The Indian prime minister wants a second fiveyear term. To win reelection he’ll have to convince the people along the country’s holiest river that their lives have improved
Every Hindu in India learns the story of the goddess Ganga, sent by the creator, Brahma, to release humankind from suffer ing. Her waters are believed to be medicinal. The dying receive a few drops to free their souls from the cycle of death and rebirth.
From its source in the Himalayas to its mouth in the Bay of Bengal, the Ganges River flows for 1,570 miles, through five of India’s most populous states. At any given time, dams along the way generate almost 5 gigawatts of energy, enough to power New Delhi. Almost 100 cities and towns draw its water, returning some 3 billion gallons of industrial waste and effluent to the river each day, the equivalent of 4,400 Olympic-size swimming pools.
When Narendra Modi took office as prime minister in 2014, his first act was to worship at the river’s banks. “Mother Ganga needs someone to take her out of this dirt,” he declared from the holy city of Varanasi, his electoral seat, as millions watched on television. “And she’s chosen me for the job.”
Modi and his Hindu nationalist Bharatiya Janata Party stormed into office on a platform of jobs, economic development, and an end to corruption; their victory was so decisive, it was termed the “Modi wave.” As Modi entered a second election that began in midApril and continues until midMay, his popularity remained apparently intact. But the lower castes and Muslims who make up a third of the country’s 1.3 billion population are increasingly critical, feeling sidelined by BJP policies. Their disillusionment could deny Modi another majority or even contribute to an upset win by the opposition Congress Party led by Rahul Gandhi or a coalition of smaller regional rivals.
The Ganges passes through only a handful of the 29 states that will choose the next prime minister, yet its electoral significance can’t be overstated. Approximately 400 million people live in the Ganges basin, their health and prosperity dependent on the river. A journey along its course showed that many of them, including those who once supported Modi, had doubts about him as the vote approached.
TUMBLING out of Himalayan glaciers, the waters that make up the Ganges are pristine. But by the time they collect into the Bhagirathi River, the Ganges’s turbulent source, and pass through Uttarakhand, their purity is already tainted. Here, earthmovers, road rollers, and scores of workers in yellow helmets send rubble crashing down the mountainside, widening the road so cars can more swiftly reach the state’s four iconic Hindu temples.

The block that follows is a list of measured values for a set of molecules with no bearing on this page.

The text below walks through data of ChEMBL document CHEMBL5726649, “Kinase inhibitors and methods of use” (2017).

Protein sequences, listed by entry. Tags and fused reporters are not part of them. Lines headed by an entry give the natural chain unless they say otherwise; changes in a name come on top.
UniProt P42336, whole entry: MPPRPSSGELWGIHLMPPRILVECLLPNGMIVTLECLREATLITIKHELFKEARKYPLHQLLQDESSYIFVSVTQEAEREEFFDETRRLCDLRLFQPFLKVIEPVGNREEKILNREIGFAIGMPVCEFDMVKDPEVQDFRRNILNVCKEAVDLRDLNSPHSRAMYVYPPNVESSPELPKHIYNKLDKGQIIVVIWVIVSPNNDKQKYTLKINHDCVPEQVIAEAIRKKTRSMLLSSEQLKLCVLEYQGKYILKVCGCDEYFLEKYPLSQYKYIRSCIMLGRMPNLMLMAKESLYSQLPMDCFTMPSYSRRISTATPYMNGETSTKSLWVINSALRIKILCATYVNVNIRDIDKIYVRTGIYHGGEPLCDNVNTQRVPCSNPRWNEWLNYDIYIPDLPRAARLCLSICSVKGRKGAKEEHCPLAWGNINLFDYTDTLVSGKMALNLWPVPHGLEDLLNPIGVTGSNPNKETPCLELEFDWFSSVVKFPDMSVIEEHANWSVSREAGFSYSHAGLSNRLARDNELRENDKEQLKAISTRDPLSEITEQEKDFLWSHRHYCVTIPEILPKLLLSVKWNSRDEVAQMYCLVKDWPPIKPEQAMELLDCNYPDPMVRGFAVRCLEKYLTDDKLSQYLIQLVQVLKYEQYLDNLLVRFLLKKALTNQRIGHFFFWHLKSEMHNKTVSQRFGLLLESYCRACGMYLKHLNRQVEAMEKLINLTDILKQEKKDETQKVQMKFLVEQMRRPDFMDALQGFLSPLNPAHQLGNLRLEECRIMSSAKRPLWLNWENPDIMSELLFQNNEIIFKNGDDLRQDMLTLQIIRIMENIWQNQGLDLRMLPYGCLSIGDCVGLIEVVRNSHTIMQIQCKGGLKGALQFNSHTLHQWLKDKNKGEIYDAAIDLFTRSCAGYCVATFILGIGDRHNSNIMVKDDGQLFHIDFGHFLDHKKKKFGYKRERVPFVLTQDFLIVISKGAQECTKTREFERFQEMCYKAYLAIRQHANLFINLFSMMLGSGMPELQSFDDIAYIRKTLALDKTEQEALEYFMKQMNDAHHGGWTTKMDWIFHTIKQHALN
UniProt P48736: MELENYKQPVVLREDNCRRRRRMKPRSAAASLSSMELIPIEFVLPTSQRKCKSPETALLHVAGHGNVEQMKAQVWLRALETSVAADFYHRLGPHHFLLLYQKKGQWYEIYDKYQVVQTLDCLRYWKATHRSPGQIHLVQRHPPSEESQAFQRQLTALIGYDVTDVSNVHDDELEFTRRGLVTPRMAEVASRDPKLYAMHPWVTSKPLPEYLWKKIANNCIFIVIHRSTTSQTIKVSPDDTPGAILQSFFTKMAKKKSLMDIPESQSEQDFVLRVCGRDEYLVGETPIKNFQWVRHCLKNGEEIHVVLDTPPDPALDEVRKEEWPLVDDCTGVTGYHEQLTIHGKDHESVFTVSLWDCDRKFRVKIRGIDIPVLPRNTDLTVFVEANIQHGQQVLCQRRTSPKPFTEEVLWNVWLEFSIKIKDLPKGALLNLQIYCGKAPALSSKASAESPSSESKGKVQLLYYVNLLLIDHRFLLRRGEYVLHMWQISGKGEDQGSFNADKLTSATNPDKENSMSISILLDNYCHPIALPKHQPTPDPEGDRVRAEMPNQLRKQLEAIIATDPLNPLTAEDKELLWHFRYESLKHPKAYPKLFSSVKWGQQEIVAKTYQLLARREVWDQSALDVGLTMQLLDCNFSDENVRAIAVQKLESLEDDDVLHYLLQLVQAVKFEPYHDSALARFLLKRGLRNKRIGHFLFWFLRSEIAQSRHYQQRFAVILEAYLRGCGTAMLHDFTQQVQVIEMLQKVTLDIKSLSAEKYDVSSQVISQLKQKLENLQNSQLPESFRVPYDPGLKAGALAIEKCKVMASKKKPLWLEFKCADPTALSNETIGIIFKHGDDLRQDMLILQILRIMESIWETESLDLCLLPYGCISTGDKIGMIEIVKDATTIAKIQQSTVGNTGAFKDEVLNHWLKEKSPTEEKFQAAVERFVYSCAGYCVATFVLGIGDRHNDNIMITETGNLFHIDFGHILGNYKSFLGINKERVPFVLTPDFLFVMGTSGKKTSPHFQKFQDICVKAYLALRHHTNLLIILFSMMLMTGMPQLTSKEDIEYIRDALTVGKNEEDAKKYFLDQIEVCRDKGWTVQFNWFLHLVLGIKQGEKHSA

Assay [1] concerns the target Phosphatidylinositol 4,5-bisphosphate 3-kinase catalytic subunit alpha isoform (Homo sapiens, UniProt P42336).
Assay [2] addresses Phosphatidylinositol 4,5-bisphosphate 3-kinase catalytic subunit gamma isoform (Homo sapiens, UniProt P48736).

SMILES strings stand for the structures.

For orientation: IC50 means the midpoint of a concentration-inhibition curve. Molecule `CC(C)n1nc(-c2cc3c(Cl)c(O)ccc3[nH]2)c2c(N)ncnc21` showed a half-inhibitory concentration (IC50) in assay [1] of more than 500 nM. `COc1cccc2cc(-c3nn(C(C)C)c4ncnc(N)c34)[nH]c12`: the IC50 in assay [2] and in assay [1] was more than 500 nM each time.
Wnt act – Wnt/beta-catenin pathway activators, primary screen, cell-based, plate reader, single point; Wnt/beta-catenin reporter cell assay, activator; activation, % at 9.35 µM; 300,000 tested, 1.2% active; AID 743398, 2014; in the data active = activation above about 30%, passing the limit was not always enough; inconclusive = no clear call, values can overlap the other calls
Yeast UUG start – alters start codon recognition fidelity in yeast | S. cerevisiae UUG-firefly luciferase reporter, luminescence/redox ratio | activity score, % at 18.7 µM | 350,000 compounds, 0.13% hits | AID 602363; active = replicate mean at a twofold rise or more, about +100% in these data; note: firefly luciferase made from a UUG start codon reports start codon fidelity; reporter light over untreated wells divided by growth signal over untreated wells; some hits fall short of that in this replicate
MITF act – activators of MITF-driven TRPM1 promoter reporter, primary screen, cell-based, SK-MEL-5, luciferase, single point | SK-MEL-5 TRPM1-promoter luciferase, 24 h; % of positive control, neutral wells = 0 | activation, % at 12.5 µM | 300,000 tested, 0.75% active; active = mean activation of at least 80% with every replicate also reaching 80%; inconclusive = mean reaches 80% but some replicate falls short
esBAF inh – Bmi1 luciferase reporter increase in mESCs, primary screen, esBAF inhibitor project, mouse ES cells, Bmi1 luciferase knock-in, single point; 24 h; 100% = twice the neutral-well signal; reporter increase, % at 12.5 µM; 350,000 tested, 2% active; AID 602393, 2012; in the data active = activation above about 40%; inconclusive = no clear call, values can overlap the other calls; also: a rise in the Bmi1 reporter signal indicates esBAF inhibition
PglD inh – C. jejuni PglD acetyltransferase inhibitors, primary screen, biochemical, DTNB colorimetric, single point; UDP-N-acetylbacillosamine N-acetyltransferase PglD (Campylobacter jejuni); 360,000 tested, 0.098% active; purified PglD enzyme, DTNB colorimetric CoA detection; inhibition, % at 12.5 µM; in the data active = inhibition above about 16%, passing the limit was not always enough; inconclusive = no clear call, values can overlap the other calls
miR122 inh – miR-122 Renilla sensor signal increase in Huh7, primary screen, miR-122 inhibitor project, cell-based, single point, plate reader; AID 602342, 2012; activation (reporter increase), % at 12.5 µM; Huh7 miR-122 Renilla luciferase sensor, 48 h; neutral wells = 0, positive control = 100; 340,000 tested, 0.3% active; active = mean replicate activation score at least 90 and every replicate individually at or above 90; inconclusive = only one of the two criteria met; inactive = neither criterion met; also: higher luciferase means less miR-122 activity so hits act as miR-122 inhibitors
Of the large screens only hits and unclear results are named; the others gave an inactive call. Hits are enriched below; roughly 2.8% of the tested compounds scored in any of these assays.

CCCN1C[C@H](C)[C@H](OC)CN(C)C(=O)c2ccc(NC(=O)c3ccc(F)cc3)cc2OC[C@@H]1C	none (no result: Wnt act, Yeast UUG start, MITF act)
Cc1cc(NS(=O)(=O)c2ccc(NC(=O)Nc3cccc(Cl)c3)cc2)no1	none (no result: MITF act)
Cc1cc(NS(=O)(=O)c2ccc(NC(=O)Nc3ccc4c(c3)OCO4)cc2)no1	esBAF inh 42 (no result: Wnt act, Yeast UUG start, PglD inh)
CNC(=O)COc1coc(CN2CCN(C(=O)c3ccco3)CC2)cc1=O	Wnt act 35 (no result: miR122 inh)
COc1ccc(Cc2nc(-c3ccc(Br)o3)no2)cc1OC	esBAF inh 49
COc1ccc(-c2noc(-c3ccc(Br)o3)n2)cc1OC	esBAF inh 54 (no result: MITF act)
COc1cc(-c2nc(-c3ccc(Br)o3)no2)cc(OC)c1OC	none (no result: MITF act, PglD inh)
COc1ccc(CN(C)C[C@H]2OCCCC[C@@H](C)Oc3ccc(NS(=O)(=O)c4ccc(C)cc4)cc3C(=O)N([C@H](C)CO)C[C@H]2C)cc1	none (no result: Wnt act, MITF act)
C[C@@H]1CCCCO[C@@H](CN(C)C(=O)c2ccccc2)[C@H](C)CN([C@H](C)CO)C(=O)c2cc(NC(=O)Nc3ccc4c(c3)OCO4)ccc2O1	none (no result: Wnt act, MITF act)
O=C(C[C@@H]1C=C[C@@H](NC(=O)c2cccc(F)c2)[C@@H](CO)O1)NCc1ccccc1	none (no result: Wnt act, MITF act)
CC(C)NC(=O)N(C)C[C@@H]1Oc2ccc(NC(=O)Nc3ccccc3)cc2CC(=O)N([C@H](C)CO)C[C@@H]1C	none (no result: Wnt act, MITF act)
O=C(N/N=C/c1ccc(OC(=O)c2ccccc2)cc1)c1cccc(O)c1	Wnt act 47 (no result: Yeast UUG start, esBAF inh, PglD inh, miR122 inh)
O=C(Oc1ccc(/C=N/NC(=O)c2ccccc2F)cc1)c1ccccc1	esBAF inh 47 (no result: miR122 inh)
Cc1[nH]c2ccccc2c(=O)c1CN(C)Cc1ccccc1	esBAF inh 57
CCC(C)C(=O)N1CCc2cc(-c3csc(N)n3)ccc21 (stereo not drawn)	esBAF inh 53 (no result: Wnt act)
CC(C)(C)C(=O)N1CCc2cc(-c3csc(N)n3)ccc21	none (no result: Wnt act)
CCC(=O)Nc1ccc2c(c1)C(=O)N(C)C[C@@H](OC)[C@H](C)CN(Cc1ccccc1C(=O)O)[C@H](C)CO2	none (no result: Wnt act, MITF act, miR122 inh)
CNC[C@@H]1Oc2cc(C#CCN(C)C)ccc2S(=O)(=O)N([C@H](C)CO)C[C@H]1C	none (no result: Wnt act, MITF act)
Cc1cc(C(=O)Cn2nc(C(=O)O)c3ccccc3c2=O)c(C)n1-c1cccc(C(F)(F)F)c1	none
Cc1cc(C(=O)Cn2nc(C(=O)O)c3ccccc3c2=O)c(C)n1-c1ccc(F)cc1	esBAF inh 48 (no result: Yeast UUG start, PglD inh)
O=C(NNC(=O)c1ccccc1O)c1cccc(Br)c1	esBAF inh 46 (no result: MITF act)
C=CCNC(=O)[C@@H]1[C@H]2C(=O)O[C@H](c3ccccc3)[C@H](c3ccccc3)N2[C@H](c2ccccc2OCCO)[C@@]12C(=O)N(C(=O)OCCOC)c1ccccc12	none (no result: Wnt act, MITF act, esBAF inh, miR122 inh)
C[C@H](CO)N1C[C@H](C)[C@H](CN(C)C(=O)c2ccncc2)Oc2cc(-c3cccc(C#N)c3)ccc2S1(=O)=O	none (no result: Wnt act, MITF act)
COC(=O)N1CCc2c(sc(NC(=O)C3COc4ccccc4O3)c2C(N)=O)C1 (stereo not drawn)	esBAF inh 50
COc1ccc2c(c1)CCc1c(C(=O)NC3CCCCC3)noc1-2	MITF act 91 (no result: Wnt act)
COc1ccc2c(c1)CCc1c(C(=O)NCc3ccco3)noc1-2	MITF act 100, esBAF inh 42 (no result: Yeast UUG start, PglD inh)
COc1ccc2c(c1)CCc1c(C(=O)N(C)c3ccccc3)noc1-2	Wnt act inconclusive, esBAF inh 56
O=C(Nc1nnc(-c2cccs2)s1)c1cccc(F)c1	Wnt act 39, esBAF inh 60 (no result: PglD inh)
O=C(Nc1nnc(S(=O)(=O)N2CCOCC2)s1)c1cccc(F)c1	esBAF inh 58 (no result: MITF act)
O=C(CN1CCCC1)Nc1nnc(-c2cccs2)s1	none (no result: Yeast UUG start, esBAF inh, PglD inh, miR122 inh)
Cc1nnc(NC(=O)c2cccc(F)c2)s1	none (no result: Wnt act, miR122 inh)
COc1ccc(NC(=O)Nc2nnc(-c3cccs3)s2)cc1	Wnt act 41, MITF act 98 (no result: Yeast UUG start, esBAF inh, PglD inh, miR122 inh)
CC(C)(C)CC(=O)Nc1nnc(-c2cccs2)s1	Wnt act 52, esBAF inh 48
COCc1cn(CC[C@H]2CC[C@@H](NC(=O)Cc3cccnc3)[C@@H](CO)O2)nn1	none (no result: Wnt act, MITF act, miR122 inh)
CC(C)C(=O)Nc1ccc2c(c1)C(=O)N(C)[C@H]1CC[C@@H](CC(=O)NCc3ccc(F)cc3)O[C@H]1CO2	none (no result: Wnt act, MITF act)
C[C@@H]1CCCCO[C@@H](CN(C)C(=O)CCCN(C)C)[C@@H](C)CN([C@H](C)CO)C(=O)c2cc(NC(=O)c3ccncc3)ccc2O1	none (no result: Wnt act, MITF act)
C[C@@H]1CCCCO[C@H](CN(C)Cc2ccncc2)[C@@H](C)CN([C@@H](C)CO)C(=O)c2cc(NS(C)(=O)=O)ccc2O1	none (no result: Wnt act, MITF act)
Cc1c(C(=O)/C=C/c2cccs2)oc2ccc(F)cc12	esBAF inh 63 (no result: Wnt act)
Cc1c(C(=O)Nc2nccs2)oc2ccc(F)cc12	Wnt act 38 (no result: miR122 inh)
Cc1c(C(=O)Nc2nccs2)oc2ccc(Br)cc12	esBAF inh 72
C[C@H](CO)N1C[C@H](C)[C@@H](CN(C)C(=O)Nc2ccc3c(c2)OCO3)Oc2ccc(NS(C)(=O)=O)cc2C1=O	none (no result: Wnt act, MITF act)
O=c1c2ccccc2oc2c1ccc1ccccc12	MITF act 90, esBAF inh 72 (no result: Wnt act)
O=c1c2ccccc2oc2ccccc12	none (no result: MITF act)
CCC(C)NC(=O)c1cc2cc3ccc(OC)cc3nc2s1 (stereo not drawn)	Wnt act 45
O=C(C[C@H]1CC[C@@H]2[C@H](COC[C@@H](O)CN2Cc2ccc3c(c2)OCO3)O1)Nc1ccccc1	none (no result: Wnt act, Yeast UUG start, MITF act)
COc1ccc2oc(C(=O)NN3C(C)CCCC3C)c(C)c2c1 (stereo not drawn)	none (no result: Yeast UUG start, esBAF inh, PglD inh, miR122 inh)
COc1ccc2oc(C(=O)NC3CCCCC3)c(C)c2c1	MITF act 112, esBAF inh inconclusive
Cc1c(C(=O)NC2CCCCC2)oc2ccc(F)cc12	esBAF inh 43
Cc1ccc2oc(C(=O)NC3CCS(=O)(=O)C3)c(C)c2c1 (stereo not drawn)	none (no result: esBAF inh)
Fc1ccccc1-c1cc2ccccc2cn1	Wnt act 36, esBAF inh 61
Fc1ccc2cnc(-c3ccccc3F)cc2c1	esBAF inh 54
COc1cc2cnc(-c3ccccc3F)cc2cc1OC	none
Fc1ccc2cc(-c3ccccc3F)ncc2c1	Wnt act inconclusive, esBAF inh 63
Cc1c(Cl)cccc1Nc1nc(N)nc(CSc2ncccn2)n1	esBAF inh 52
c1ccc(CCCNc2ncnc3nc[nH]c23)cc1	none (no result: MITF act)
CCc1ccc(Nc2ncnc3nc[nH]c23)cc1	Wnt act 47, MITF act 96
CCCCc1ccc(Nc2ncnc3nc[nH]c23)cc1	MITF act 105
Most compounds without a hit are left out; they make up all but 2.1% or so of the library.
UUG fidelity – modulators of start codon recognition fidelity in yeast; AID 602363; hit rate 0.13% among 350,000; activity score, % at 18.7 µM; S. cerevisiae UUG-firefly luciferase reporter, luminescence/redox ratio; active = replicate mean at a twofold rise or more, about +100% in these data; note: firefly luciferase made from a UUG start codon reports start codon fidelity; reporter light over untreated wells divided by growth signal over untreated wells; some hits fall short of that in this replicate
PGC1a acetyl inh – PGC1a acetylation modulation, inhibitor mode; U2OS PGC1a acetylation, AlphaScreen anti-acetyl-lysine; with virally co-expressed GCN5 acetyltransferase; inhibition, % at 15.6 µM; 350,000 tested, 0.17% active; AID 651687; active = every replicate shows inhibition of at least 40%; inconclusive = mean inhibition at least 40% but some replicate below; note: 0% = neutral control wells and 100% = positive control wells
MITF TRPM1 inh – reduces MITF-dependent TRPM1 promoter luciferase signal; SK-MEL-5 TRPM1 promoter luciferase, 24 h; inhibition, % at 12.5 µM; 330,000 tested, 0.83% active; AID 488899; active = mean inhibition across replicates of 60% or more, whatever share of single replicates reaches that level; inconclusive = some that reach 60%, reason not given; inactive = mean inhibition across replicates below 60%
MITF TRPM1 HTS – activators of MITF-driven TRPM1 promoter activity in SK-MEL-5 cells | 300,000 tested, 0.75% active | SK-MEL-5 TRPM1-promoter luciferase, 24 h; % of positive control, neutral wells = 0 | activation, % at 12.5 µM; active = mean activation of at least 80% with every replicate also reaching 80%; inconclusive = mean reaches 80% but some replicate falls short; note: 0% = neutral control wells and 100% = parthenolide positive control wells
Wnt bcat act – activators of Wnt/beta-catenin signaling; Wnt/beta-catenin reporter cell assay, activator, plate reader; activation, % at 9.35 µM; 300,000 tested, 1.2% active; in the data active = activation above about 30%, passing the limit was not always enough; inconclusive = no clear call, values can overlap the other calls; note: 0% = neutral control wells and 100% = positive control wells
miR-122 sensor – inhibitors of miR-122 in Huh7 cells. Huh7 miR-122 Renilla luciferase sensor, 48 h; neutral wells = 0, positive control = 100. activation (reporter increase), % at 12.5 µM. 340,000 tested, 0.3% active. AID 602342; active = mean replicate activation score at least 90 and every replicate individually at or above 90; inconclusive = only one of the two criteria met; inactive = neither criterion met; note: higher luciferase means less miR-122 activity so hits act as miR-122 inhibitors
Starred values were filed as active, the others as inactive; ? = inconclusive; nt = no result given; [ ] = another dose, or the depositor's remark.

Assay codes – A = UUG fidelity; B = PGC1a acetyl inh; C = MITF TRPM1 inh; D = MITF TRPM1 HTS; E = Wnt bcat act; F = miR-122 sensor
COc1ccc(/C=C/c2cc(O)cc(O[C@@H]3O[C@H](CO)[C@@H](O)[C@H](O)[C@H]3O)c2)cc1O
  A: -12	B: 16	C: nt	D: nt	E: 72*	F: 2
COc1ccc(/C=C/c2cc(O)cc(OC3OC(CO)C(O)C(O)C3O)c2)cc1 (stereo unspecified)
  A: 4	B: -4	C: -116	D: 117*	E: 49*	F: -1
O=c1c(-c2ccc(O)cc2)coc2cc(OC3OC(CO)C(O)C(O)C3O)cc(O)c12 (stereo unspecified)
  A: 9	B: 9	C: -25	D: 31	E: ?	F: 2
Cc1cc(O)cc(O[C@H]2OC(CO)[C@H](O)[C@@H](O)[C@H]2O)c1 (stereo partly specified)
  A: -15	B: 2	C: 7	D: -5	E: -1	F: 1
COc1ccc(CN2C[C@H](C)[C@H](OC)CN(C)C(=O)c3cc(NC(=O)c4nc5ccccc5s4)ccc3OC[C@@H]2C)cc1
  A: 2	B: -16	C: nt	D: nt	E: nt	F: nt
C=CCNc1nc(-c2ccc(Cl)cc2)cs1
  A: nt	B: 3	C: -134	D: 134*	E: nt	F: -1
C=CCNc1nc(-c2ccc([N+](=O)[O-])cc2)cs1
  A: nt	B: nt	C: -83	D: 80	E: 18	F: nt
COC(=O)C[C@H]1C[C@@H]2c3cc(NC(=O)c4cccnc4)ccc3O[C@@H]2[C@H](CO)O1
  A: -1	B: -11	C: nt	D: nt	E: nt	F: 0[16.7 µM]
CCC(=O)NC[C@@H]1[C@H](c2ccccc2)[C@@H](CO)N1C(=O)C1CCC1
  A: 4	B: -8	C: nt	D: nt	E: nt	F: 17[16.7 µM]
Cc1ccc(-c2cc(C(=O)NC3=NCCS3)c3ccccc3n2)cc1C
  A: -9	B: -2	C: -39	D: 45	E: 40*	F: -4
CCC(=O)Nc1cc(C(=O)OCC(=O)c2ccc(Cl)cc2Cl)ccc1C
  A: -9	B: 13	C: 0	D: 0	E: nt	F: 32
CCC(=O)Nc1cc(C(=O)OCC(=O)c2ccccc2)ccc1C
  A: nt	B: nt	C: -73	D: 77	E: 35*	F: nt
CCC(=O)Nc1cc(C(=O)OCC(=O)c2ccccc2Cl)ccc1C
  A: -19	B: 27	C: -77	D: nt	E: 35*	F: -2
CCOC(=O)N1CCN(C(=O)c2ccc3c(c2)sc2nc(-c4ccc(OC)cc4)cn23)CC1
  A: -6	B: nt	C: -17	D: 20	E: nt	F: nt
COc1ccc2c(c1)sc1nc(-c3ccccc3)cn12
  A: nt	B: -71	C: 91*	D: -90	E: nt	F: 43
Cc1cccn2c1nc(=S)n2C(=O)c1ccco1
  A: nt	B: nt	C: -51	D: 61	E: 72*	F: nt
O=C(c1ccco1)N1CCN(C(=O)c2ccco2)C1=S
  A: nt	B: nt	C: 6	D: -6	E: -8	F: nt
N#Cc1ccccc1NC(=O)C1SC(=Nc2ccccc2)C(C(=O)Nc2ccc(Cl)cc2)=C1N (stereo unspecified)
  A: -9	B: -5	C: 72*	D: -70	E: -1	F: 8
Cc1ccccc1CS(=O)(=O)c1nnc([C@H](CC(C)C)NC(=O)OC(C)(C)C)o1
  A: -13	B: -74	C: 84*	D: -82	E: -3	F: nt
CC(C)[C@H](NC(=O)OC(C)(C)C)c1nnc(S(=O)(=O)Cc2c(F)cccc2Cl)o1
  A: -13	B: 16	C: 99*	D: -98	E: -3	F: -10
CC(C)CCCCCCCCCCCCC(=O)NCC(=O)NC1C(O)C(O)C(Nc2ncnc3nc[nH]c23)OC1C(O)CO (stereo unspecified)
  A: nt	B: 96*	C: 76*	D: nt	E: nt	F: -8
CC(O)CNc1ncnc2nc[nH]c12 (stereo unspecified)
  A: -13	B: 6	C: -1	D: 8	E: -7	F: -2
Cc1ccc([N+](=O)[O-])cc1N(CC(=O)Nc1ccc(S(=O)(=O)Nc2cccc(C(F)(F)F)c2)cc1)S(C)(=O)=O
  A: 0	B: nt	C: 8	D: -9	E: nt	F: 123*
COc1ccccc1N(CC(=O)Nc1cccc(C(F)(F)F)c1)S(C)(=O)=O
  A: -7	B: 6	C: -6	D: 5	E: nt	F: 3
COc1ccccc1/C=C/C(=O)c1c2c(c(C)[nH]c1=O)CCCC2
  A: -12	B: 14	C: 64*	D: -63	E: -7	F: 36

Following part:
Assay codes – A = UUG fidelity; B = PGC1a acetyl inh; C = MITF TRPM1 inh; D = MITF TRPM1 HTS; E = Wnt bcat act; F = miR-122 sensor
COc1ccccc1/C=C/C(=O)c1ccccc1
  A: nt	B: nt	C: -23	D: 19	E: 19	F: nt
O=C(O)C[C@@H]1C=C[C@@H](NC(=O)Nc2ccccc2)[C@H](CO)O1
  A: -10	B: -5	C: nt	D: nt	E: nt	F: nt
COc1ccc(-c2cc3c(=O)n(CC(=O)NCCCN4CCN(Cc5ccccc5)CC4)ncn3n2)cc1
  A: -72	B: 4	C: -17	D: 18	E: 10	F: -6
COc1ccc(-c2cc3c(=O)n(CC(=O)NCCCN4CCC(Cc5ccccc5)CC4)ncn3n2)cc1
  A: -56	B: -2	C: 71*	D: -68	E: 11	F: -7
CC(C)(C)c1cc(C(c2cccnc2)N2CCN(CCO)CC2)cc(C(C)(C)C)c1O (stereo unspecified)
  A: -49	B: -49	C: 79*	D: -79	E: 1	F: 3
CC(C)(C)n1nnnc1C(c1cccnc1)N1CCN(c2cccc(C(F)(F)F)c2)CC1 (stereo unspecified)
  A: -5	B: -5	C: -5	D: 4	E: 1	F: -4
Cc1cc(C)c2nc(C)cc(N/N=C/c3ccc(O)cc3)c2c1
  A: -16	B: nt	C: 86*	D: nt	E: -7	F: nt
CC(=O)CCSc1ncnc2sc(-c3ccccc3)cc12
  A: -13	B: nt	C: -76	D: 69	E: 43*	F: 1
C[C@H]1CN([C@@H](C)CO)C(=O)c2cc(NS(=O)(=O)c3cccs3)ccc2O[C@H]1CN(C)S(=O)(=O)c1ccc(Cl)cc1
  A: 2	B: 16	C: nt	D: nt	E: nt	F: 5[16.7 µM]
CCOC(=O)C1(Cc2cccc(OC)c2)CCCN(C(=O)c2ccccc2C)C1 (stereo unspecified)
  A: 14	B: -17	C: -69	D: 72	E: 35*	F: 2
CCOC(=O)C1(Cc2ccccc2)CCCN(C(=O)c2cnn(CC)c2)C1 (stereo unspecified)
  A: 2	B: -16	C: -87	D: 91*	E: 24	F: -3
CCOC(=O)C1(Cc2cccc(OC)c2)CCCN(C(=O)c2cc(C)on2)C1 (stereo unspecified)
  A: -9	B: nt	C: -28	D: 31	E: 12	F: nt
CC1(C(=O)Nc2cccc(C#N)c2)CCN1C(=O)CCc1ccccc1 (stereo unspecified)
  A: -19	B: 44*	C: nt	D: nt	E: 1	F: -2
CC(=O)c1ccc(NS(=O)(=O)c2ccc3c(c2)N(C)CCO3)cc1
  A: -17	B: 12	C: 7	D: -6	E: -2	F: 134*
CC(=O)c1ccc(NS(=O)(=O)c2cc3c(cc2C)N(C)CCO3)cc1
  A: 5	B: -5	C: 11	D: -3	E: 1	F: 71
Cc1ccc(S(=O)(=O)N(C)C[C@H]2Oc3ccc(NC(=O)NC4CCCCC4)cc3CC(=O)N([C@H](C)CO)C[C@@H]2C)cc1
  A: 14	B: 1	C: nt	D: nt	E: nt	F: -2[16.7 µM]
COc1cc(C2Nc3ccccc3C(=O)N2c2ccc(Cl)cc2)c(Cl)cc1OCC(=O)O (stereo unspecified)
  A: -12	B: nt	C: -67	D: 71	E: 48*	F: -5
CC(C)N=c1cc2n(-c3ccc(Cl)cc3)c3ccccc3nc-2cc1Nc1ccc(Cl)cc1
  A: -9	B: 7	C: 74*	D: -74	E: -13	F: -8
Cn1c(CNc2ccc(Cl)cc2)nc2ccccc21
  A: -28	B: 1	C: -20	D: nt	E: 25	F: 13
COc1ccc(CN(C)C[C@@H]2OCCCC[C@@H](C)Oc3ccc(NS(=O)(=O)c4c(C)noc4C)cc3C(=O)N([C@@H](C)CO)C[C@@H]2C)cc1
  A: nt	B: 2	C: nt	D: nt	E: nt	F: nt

The BJP runs Uttarakhand. Voters here went to the polls on April 11, in the first phase of a seven-stage process that ends on May 19. Although final tallies won’t be revealed until May 23, it’s widely assumed the state voted the prime minister’s way.
Whoever wins the general election will have to confront the trade-offs inherent in developing India’s economy. The Modi government initiated the 560-mile Char Dham highway project in the state, eschewing an environmental impact assessment despite concerns raised by India’s National Disaster Management Authority. Flash floods in 2013 killed more than 5,000 people in Uttarakhand, and the agency fears a repeat. Furthermore, some 2,500 families who face displacement from the construction organized a general strike in December, seeking compensation for lost property. Their battle continues in the courts.
“So much should have changed after the floods,” says Kesar Singh Panwar, 53, who lost his home in the 2013 flooding and has challenged the government’s plans in court. He supports Modi but says the prime minister has bad advisers. “We should have ensured policies that protect the Himalayas and the Ganga,” he says. Instead, construction has continued, and “that’s very, very dangerous.”
Tourism, both domestic and international, has become crucial to the state’s economy. For instance, trekking to Gangotri, the glacier 12,769 feet above sea level where the river begins, was for centuries a spiritual quest embarked on by only a zealous few.
Economic liberalization in 1991 brought jobs and industry to the area, along with roads and airports that put the source within reach of ordinary Indians.
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